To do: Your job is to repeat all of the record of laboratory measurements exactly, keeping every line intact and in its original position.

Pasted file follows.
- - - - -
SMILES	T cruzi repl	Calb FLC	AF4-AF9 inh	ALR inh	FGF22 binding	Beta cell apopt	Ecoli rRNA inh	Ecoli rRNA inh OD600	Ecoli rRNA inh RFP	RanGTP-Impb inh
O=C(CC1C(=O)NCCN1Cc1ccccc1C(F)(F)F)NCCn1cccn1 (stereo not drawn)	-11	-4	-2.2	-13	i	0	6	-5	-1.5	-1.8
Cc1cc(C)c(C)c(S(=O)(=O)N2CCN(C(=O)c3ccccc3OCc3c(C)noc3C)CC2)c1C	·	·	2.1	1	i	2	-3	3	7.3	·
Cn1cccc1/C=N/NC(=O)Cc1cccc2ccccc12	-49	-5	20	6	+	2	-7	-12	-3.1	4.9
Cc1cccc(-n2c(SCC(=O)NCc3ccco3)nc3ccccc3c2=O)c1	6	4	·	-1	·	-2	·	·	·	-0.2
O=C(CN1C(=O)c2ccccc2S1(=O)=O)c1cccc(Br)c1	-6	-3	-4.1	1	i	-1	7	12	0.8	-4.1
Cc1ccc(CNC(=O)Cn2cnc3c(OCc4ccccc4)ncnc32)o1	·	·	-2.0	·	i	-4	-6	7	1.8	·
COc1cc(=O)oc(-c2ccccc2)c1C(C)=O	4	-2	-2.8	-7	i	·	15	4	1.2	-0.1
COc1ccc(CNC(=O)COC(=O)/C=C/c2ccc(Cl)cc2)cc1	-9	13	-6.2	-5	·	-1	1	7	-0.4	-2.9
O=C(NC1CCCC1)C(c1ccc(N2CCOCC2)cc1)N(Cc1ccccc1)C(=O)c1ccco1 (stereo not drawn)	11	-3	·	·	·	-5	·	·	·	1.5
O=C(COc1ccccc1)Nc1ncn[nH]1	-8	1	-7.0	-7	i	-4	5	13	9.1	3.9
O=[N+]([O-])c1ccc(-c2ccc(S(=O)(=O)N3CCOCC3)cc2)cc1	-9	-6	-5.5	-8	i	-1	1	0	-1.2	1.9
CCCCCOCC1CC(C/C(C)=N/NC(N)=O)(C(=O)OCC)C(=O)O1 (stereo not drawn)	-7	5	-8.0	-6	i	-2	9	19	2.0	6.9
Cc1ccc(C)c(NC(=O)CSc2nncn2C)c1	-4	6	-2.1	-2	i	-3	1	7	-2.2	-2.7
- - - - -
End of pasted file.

SMILES	T cruzi repl	Calb FLC	AF4-AF9 inh	ALR inh	FGF22 binding	Beta cell apopt	Ecoli rRNA inh	Ecoli rRNA inh OD600	Ecoli rRNA inh RFP	RanGTP-Impb inh
O=C(CC1C(=O)NCCN1Cc1ccccc1C(F)(F)F)NCCn1cccn1 (stereo not drawn)	-11	-4	-2.2	-13	i	0	6	-5	-1.5	-1.8
Cc1cc(C)c(C)c(S(=O)(=O)N2CCN(C(=O)c3ccccc3OCc3c(C)noc3C)CC2)c1C	·	·	2.1	1	i	2	-3	3	7.3	·
Cn1cccc1/C=N/NC(=O)Cc1cccc2ccccc12	-49	-5	20	6	+	2	-7	-12	-3.1	4.9
Cc1cccc(-n2c(SCC(=O)NCc3ccco3)nc3ccccc3c2=O)c1	6	4	·	-1	·	-2	·	·	·	-0.2
O=C(CN1C(=O)c2ccccc2S1(=O)=O)c1cccc(Br)c1	-6	-3	-4.1	1	i	-1	7	12	0.8	-4.1
Cc1ccc(CNC(=O)Cn2cnc3c(OCc4ccccc4)ncnc32)o1	·	·	-2.0	·	i	-4	-6	7	1.8	·
COc1cc(=O)oc(-c2ccccc2)c1C(C)=O	4	-2	-2.8	-7	i	·	15	4	1.2	-0.1
COc1ccc(CNC(=O)COC(=O)/C=C/c2ccc(Cl)cc2)cc1	-9	13	-6.2	-5	·	-1	1	7	-0.4	-2.9
O=C(NC1CCCC1)C(c1ccc(N2CCOCC2)cc1)N(Cc1ccccc1)C(=O)c1ccco1 (stereo not drawn)	11	-3	·	·	·	-5	·	·	·	1.5
O=C(COc1ccccc1)Nc1ncn[nH]1	-8	1	-7.0	-7	i	-4	5	13	9.1	3.9
O=[N+]([O-])c1ccc(-c2ccc(S(=O)(=O)N3CCOCC3)cc2)cc1	-9	-6	-5.5	-8	i	-1	1	0	-1.2	1.9
CCCCCOCC1CC(C/C(C)=N/NC(N)=O)(C(=O)OCC)C(=O)O1 (stereo not drawn)	-7	5	-8.0	-6	i	-2	9	19	2.0	6.9
Cc1ccc(C)c(NC(=O)CSc2nncn2C)c1	-4	6	-2.1	-2	i	-3	1	7	-2.2	-2.7